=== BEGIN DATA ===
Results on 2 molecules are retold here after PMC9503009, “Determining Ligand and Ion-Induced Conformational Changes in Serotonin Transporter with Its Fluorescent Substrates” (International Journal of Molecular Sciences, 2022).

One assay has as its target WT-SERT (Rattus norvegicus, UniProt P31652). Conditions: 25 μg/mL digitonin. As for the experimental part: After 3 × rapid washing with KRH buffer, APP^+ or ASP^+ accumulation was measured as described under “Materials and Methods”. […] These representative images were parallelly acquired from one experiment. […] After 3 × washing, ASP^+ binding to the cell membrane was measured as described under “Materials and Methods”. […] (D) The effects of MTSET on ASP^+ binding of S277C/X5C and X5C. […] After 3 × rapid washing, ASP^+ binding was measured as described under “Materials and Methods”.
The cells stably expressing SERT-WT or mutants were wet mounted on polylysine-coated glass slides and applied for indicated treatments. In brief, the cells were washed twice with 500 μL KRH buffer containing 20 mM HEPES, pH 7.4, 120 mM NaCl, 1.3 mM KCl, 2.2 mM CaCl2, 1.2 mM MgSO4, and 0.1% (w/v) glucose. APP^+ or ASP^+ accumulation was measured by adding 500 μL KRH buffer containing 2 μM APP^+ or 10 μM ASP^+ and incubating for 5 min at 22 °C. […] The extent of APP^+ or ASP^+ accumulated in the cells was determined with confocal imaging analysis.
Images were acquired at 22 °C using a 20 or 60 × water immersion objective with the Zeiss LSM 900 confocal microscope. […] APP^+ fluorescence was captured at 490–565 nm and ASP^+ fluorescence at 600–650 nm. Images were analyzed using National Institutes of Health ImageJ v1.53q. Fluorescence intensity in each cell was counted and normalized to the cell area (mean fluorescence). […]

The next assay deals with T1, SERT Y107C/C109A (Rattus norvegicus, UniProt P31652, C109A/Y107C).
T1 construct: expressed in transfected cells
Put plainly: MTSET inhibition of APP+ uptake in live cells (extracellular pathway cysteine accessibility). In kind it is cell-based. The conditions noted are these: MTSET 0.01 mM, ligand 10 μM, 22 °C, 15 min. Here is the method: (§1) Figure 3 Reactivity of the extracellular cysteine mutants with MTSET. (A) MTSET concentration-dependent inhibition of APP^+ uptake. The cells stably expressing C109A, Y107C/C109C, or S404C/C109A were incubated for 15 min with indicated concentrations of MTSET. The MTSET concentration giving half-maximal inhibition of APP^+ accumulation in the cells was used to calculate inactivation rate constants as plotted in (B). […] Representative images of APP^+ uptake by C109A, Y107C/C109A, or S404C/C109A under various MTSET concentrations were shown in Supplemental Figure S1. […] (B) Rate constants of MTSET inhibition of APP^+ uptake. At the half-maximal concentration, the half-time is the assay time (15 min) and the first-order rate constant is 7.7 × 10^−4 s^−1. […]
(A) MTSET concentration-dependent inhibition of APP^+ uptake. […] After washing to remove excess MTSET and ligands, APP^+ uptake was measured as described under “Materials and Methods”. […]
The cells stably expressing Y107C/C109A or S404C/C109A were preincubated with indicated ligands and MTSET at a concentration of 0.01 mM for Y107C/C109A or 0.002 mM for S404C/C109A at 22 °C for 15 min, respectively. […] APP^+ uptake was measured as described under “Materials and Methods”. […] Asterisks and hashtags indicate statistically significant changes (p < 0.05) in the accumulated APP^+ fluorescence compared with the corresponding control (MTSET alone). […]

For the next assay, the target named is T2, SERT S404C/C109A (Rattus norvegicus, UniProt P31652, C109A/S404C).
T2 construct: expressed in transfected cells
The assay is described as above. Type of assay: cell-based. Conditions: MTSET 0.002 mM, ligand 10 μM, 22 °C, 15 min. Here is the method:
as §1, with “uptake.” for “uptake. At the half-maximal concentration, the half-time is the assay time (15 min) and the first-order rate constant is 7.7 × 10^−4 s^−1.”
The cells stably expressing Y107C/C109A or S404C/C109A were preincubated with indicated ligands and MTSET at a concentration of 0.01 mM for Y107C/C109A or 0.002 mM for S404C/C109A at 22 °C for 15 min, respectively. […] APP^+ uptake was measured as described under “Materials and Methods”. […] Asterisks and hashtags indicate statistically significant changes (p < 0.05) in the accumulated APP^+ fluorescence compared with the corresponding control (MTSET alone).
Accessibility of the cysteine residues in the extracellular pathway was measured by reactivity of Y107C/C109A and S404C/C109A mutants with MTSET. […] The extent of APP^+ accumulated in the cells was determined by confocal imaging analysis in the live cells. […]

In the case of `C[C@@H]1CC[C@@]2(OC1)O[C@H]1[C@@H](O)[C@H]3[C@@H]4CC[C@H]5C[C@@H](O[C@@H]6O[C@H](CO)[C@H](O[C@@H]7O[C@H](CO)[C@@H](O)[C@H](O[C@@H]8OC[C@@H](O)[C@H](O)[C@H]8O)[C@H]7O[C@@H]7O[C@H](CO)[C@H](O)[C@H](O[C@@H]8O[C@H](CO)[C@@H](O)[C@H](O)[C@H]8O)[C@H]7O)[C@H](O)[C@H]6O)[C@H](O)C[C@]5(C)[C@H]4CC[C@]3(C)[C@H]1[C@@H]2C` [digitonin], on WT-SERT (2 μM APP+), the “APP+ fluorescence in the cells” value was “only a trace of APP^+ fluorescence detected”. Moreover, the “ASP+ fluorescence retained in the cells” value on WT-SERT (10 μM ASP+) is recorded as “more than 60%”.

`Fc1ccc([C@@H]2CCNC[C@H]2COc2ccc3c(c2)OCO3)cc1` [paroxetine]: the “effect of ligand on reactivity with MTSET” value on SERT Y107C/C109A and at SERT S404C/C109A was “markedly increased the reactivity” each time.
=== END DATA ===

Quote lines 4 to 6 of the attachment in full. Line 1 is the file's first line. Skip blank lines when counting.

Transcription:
Images were acquired at 22 °C using a 20 or 60 × water immersion objective with the Zeiss LSM 900 confocal microscope. […] APP^+ fluorescence was captured at 490–565 nm and ASP^+ fluorescence at 600–650 nm. Images were analyzed using National Institutes of Health ImageJ v1.53q. Fluorescence intensity in each cell was counted and normalized to the cell area (mean fluorescence). […]

The next assay deals with T1, SERT Y107C/C109A (Rattus norvegicus, UniProt P31652, C109A/Y107C).
T1 construct: expressed in transfected cells